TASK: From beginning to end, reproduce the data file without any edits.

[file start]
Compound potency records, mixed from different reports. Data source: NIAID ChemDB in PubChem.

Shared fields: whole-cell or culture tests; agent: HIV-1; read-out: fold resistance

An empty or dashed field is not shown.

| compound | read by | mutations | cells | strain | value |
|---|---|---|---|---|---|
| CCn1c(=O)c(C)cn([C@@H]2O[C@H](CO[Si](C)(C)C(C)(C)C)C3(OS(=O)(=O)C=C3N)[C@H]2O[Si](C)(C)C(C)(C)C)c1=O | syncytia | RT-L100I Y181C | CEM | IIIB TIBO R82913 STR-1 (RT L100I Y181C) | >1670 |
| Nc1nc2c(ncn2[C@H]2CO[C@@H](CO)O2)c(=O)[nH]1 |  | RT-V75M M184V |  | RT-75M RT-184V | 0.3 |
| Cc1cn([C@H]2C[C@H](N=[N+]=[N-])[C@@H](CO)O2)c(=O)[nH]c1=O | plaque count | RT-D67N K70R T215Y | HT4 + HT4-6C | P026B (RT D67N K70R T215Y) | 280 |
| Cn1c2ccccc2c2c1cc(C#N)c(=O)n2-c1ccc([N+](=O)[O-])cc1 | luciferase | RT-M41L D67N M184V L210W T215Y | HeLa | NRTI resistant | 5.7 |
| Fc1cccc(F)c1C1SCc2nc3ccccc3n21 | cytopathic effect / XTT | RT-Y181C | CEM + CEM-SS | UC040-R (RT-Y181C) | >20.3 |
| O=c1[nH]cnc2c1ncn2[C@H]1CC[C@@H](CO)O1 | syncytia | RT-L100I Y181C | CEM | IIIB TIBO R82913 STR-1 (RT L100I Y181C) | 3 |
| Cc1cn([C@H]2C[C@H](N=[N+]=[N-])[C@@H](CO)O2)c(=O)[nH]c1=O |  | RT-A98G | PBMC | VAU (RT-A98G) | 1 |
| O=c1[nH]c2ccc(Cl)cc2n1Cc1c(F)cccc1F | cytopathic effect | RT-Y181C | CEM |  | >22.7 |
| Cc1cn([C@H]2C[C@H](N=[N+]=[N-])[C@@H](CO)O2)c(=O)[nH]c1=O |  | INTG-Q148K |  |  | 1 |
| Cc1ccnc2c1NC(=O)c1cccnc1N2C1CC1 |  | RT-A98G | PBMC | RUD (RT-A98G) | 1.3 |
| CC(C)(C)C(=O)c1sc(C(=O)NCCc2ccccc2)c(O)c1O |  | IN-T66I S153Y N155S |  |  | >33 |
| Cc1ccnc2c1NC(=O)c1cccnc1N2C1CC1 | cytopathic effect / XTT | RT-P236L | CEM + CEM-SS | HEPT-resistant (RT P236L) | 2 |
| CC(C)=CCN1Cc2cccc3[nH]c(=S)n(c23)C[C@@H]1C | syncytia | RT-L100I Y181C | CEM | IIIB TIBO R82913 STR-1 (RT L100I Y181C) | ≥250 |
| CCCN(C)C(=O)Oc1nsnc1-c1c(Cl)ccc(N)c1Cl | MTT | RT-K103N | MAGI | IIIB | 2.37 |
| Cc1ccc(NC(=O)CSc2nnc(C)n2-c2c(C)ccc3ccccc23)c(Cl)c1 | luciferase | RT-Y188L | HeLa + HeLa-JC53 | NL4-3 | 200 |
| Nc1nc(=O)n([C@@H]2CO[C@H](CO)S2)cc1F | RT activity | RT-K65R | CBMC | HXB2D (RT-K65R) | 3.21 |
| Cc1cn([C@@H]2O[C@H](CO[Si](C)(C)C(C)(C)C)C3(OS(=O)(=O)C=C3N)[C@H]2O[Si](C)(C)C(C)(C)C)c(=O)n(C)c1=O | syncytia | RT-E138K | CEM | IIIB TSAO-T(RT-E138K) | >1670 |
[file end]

Compound potency records, mixed from different reports. Data source: NIAID ChemDB in PubChem.

Shared fields: whole-cell or culture tests; agent: HIV-1; read-out: fold resistance

An empty or dashed field is not shown.

| compound | read by | mutations | cells | strain | value |
|---|---|---|---|---|---|
| CCn1c(=O)c(C)cn([C@@H]2O[C@H](CO[Si](C)(C)C(C)(C)C)C3(OS(=O)(=O)C=C3N)[C@H]2O[Si](C)(C)C(C)(C)C)c1=O | syncytia | RT-L100I Y181C | CEM | IIIB TIBO R82913 STR-1 (RT L100I Y181C) | >1670 |
| Nc1nc2c(ncn2[C@H]2CO[C@@H](CO)O2)c(=O)[nH]1 |  | RT-V75M M184V |  | RT-75M RT-184V | 0.3 |
| Cc1cn([C@H]2C[C@H](N=[N+]=[N-])[C@@H](CO)O2)c(=O)[nH]c1=O | plaque count | RT-D67N K70R T215Y | HT4 + HT4-6C | P026B (RT D67N K70R T215Y) | 280 |
| Cn1c2ccccc2c2c1cc(C#N)c(=O)n2-c1ccc([N+](=O)[O-])cc1 | luciferase | RT-M41L D67N M184V L210W T215Y | HeLa | NRTI resistant | 5.7 |
| Fc1cccc(F)c1C1SCc2nc3ccccc3n21 | cytopathic effect / XTT | RT-Y181C | CEM + CEM-SS | UC040-R (RT-Y181C) | >20.3 |
| O=c1[nH]cnc2c1ncn2[C@H]1CC[C@@H](CO)O1 | syncytia | RT-L100I Y181C | CEM | IIIB TIBO R82913 STR-1 (RT L100I Y181C) | 3 |
| Cc1cn([C@H]2C[C@H](N=[N+]=[N-])[C@@H](CO)O2)c(=O)[nH]c1=O |  | RT-A98G | PBMC | VAU (RT-A98G) | 1 |
| O=c1[nH]c2ccc(Cl)cc2n1Cc1c(F)cccc1F | cytopathic effect | RT-Y181C | CEM |  | >22.7 |
| Cc1cn([C@H]2C[C@H](N=[N+]=[N-])[C@@H](CO)O2)c(=O)[nH]c1=O |  | INTG-Q148K |  |  | 1 |
| Cc1ccnc2c1NC(=O)c1cccnc1N2C1CC1 |  | RT-A98G | PBMC | RUD (RT-A98G) | 1.3 |
| CC(C)(C)C(=O)c1sc(C(=O)NCCc2ccccc2)c(O)c1O |  | IN-T66I S153Y N155S |  |  | >33 |
| Cc1ccnc2c1NC(=O)c1cccnc1N2C1CC1 | cytopathic effect / XTT | RT-P236L | CEM + CEM-SS | HEPT-resistant (RT P236L) | 2 |
| CC(C)=CCN1Cc2cccc3[nH]c(=S)n(c23)C[C@@H]1C | syncytia | RT-L100I Y181C | CEM | IIIB TIBO R82913 STR-1 (RT L100I Y181C) | ≥250 |
| CCCN(C)C(=O)Oc1nsnc1-c1c(Cl)ccc(N)c1Cl | MTT | RT-K103N | MAGI | IIIB | 2.37 |
| Cc1ccc(NC(=O)CSc2nnc(C)n2-c2c(C)ccc3ccccc23)c(Cl)c1 | luciferase | RT-Y188L | HeLa + HeLa-JC53 | NL4-3 | 200 |
| Nc1nc(=O)n([C@@H]2CO[C@H](CO)S2)cc1F | RT activity | RT-K65R | CBMC | HXB2D (RT-K65R) | 3.21 |
| Cc1cn([C@@H]2O[C@H](CO[Si](C)(C)C(C)(C)C)C3(OS(=O)(=O)C=C3N)[C@H]2O[Si](C)(C)C(C)(C)C)c(=O)n(C)c1=O | syncytia | RT-E138K | CEM | IIIB TSAO-T(RT-E138K) | >1670 |